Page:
Just as Apple gets more media exposure than it deserves based on product marketshare, Microsoft has received an oversized helping of kudos for Windows 10 and the Surface line of tablet-cum-notebooks while PC sales suffer.
We’ve all seen the Microsoft television commercials which pit a Surface this-or-that against an iPad and against a MacBook. It’s just no comparison. Surface runs Windows. iPads do not. Surface has a touchscreen. The Mac does not. Ipso facto, alakazam. Microsoft wins. Apple loses. Except for that pesky math.
Windows 10: $50
The latest has Microsoft selling a MacBook killer called the Surface Laptop. Think of it as a modestly powered Windows 10-based PC notebook with a touchscreen and priced hundreds less than a MacBook. Until you match hardware specifications. Then it’s priced the same. Up the specifications even more and it’s priced the same as a MacBook Pro. So, no, it’s not a MacBook killer but it does come with a killer feature.
Windows 10 S.
S? Yeah, Windows 10 S. Think of it as Windows 10 Lite. It does everything regular Windows 10 can do if you’re willing to pay $50 extra. This version of Windows is available only on the cheapest of cheap Windows tablet-notebooks and seems designed more to take on Google’s success with Chromebooks, which usually start at $299. The Surface Laptop starts at $999, so I’m not sensing as much competition as the news headlines or Microsoft’s promotional materials indicate, but the Windows makers OEM manufacturers might like it. Windows 10 S is free to manufacturers who sell cheaper devices.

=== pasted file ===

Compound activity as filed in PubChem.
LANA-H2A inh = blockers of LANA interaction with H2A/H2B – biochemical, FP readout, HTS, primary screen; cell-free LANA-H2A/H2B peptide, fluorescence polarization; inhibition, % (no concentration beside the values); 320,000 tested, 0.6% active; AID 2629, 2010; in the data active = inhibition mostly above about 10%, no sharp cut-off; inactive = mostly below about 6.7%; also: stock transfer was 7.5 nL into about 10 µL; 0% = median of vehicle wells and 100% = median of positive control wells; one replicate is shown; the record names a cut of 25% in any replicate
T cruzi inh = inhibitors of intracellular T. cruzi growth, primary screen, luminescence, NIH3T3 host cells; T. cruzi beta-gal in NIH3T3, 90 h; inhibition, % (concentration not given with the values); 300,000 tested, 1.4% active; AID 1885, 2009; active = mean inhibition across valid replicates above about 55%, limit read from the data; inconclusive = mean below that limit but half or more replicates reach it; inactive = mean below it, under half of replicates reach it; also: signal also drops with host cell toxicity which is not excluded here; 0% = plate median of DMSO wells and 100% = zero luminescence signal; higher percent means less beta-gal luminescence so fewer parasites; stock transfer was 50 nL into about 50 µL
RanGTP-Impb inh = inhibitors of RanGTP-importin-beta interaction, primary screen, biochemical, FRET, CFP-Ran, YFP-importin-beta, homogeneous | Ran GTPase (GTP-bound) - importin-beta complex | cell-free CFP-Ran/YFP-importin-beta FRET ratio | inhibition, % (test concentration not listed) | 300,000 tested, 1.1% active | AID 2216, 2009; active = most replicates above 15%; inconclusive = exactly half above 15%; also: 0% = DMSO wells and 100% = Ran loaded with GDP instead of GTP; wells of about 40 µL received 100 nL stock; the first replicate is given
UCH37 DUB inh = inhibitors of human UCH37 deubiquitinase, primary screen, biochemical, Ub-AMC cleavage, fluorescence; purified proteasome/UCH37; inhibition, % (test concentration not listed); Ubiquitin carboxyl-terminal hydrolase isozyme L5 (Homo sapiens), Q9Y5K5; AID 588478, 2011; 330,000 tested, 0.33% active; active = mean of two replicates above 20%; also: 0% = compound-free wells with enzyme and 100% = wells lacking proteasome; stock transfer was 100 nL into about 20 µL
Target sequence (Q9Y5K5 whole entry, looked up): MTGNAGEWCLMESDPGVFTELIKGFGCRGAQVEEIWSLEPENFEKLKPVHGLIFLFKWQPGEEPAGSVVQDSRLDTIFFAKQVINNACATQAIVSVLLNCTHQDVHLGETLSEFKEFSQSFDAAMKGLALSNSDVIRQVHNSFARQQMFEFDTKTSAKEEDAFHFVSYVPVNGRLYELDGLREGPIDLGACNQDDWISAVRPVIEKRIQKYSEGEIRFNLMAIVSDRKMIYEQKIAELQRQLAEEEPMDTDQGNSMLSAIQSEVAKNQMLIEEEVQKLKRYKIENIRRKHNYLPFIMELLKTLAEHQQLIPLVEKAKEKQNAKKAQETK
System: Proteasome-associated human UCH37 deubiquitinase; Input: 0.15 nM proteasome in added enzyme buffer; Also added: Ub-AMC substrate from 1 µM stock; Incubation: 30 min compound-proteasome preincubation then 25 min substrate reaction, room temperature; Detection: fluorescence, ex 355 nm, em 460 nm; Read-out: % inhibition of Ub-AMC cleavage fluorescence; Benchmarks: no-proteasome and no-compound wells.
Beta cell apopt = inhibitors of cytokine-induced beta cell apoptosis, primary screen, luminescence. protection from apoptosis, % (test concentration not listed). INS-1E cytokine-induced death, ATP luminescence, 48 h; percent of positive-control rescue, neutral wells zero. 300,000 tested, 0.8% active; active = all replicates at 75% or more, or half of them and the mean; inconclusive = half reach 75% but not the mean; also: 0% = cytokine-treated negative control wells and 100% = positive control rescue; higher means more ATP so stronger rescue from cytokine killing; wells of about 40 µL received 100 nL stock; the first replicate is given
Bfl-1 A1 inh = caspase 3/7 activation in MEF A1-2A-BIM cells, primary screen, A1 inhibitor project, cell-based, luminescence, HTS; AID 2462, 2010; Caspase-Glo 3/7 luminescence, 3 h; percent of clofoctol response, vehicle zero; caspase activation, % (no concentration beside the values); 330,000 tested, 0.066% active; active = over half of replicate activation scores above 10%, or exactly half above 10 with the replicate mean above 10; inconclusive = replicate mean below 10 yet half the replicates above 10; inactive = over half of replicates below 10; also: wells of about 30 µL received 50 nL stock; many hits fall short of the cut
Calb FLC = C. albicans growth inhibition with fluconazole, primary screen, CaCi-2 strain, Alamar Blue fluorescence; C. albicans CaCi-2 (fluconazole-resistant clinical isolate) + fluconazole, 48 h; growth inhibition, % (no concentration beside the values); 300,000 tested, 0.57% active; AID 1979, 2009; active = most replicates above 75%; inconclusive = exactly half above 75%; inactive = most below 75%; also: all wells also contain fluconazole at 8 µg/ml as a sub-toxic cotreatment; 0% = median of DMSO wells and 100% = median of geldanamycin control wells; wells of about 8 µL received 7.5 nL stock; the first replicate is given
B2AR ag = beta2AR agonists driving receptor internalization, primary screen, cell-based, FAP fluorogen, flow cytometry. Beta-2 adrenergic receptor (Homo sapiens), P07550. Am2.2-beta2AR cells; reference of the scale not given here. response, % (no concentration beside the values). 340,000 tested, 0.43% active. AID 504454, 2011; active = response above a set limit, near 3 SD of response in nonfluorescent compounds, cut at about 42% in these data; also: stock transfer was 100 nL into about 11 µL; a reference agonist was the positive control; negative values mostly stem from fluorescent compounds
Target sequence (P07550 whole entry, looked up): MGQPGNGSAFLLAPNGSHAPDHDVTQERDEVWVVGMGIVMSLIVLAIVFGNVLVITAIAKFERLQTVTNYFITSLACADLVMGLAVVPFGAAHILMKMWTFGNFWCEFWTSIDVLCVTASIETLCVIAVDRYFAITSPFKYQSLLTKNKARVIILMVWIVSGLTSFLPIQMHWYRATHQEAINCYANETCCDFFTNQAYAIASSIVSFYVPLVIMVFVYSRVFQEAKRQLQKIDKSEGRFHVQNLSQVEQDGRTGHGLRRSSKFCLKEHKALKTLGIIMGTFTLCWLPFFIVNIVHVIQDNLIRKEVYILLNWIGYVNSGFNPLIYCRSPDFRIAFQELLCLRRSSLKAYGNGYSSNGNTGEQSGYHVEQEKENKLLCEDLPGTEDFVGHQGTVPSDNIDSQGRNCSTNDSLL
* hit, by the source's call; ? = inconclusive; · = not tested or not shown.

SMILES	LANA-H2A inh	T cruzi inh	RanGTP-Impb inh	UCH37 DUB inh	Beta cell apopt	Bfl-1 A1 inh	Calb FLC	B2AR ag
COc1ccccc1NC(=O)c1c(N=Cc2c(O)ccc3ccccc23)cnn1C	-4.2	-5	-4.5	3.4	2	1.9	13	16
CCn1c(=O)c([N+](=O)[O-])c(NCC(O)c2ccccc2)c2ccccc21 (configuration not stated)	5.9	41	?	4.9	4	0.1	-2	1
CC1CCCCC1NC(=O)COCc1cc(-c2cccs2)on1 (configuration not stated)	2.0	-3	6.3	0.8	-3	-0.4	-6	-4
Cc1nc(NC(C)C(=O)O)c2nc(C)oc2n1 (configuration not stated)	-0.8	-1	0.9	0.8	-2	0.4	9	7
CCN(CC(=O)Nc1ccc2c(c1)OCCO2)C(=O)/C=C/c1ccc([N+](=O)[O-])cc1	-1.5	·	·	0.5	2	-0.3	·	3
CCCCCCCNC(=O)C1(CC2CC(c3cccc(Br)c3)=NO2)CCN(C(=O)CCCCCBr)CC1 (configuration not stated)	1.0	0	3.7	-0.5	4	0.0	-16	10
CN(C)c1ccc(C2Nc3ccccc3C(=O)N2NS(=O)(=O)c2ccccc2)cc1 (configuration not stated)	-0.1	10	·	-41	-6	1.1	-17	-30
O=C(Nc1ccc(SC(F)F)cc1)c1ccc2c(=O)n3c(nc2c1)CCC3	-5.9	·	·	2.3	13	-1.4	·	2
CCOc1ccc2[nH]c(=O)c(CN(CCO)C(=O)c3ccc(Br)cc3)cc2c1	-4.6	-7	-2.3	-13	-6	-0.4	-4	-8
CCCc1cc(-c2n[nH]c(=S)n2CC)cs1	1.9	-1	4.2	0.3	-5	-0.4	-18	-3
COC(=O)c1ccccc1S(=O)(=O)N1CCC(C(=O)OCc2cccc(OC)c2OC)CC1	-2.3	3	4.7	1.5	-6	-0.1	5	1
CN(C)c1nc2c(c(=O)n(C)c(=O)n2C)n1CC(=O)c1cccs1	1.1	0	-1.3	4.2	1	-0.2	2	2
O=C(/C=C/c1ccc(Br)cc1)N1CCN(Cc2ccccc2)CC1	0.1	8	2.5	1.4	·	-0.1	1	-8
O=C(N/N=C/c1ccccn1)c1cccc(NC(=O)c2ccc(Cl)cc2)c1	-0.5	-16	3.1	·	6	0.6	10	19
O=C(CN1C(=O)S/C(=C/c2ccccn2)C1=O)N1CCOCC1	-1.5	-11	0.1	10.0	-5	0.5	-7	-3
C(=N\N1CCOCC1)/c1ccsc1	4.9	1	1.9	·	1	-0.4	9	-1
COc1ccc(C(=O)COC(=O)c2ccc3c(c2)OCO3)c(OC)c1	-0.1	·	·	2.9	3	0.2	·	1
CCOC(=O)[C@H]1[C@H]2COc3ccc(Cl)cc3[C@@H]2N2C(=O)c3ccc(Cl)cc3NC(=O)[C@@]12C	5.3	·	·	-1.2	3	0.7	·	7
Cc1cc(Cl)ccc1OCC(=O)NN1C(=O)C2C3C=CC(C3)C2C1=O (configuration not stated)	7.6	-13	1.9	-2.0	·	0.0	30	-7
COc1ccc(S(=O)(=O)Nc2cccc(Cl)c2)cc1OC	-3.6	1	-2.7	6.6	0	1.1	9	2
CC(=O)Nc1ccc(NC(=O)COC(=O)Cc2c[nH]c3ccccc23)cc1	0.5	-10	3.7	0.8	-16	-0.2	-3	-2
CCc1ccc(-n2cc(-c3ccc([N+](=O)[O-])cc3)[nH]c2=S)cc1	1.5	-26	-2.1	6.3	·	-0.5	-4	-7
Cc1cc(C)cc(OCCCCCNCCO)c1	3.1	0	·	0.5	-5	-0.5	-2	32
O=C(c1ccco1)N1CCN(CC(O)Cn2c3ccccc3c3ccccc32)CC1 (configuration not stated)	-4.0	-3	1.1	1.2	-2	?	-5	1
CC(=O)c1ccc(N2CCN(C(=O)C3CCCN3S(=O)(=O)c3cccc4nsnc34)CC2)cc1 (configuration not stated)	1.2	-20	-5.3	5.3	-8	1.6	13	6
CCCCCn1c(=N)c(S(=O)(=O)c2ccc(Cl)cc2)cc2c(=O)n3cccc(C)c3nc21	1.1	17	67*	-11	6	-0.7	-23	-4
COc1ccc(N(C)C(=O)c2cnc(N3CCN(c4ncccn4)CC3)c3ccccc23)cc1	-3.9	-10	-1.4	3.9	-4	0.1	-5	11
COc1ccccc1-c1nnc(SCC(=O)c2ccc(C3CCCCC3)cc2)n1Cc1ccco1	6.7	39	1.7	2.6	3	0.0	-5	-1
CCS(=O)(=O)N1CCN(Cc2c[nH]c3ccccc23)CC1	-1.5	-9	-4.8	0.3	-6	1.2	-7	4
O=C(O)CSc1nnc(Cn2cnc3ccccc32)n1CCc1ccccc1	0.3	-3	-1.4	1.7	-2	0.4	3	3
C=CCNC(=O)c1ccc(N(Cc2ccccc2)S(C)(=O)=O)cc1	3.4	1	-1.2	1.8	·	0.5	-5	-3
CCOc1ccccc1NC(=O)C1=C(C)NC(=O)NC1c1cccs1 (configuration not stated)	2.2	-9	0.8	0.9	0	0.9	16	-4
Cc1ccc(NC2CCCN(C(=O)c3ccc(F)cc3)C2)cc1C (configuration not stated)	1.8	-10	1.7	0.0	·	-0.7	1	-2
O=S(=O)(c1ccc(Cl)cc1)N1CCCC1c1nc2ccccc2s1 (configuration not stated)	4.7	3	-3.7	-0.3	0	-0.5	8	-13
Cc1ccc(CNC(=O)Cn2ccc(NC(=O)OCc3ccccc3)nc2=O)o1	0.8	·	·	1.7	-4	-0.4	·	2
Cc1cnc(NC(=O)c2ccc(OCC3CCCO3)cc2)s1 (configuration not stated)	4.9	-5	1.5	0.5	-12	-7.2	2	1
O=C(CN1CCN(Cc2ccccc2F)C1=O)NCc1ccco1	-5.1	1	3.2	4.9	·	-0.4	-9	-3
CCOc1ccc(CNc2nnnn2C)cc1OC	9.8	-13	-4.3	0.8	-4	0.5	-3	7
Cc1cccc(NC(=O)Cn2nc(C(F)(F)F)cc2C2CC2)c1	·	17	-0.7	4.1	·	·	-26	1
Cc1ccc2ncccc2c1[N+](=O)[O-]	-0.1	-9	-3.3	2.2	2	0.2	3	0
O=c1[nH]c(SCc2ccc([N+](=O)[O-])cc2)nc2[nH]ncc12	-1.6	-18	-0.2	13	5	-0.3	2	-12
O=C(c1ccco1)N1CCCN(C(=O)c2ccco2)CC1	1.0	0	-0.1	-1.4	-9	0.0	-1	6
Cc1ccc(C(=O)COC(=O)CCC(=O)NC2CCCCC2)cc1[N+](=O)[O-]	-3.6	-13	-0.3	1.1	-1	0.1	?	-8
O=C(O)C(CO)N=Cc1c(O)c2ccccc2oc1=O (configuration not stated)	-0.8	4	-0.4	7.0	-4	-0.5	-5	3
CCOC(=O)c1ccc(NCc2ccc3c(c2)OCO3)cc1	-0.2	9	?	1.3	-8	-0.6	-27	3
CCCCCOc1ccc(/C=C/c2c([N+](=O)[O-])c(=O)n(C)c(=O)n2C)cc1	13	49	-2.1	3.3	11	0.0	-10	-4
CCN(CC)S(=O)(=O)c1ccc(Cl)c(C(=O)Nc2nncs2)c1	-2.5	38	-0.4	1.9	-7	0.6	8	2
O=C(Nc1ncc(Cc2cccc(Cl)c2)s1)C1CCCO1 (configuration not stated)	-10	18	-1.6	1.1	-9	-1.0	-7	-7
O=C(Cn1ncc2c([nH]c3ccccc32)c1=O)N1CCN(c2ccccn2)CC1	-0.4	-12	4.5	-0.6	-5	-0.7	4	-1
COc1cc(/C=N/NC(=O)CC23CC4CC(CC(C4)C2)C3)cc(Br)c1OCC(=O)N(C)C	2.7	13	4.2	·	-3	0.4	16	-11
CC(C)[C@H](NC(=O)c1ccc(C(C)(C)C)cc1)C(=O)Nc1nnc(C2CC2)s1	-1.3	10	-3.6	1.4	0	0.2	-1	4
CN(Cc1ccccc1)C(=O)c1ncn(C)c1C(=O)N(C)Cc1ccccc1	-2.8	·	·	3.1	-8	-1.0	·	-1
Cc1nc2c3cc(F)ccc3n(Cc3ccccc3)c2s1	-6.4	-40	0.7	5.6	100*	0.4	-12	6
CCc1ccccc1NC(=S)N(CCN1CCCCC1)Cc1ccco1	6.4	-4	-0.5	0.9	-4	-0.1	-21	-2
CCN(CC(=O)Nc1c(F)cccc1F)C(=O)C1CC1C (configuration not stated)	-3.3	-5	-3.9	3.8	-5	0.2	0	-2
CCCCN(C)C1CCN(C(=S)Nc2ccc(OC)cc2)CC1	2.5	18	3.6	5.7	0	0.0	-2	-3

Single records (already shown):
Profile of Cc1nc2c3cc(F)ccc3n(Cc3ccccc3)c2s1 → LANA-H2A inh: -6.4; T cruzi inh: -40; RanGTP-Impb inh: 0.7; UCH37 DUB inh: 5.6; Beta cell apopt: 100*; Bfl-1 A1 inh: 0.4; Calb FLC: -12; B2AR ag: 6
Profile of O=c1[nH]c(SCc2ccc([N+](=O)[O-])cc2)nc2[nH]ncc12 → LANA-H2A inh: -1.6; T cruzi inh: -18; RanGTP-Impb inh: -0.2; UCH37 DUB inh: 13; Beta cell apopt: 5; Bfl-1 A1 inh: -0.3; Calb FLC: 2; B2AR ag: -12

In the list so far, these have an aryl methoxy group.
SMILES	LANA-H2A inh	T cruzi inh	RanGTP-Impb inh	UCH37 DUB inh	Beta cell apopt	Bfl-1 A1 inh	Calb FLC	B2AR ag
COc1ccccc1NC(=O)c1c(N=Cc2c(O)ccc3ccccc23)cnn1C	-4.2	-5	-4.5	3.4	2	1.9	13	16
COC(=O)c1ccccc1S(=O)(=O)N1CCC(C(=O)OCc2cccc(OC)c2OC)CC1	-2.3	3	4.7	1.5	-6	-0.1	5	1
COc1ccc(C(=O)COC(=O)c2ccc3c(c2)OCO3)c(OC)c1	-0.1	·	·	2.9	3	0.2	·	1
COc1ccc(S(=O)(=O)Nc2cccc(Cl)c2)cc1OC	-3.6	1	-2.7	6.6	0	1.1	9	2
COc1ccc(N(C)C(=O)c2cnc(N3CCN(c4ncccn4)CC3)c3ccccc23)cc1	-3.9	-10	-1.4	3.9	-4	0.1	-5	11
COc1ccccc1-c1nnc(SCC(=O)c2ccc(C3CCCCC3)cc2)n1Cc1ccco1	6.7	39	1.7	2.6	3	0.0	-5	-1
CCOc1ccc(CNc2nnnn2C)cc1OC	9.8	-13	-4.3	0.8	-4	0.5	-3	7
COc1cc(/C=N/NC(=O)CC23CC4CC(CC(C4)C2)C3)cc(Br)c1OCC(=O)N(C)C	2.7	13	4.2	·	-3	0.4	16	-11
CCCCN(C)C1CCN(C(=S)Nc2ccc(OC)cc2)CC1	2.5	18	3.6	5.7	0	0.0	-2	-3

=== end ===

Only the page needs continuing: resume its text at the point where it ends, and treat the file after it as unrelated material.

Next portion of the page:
If anything, it’s Windows 10 S that is a Chromebook killer, not a MacBook killer.
Why? First, it’s only available on the cheapest of Windows-based PCs. Second, it only runs applications from the Windows App Store. No Photoshop for you. No Google Chrome browser, either. If you want to run those and other popular applications on a Windows 10 S device you need to upgrade and that comes with a $50 price tag.
What If, Apple?
What kind of social noise would you hear across the world if Apple followed in Microsoft’s footsteps and sold a MacBook for $999 that only ran macOS Sierra Lite? You know, the version of macOS that could only run apps from the Mac App Store. No Photoshop. No Office. No Google Chrome. And if you wanted to run such third party applications that did not have Mac App Store counterparts, you’d have to pay Apple $50 extra to unlock the privilege.
How would you feel about Apple if you were faced with a $50 price tag just so you could run a few apps not on the Mac App Store?
I understand where Microsoft is going with this. They’re stuck between a rock and a hard spot and it’s not easy competing against free at the low end and Apple’s massive lock on the premium end of the PC spectrum. Google’s Chromebooks are selling at record levels. So are Macs. In between are Windows PCs and they’re getting creamed by the competition. PC sales are down. Again. Surface sales are down. Again.
What else can Microsoft do but lie about their products capabilities and screw their customers just a little more?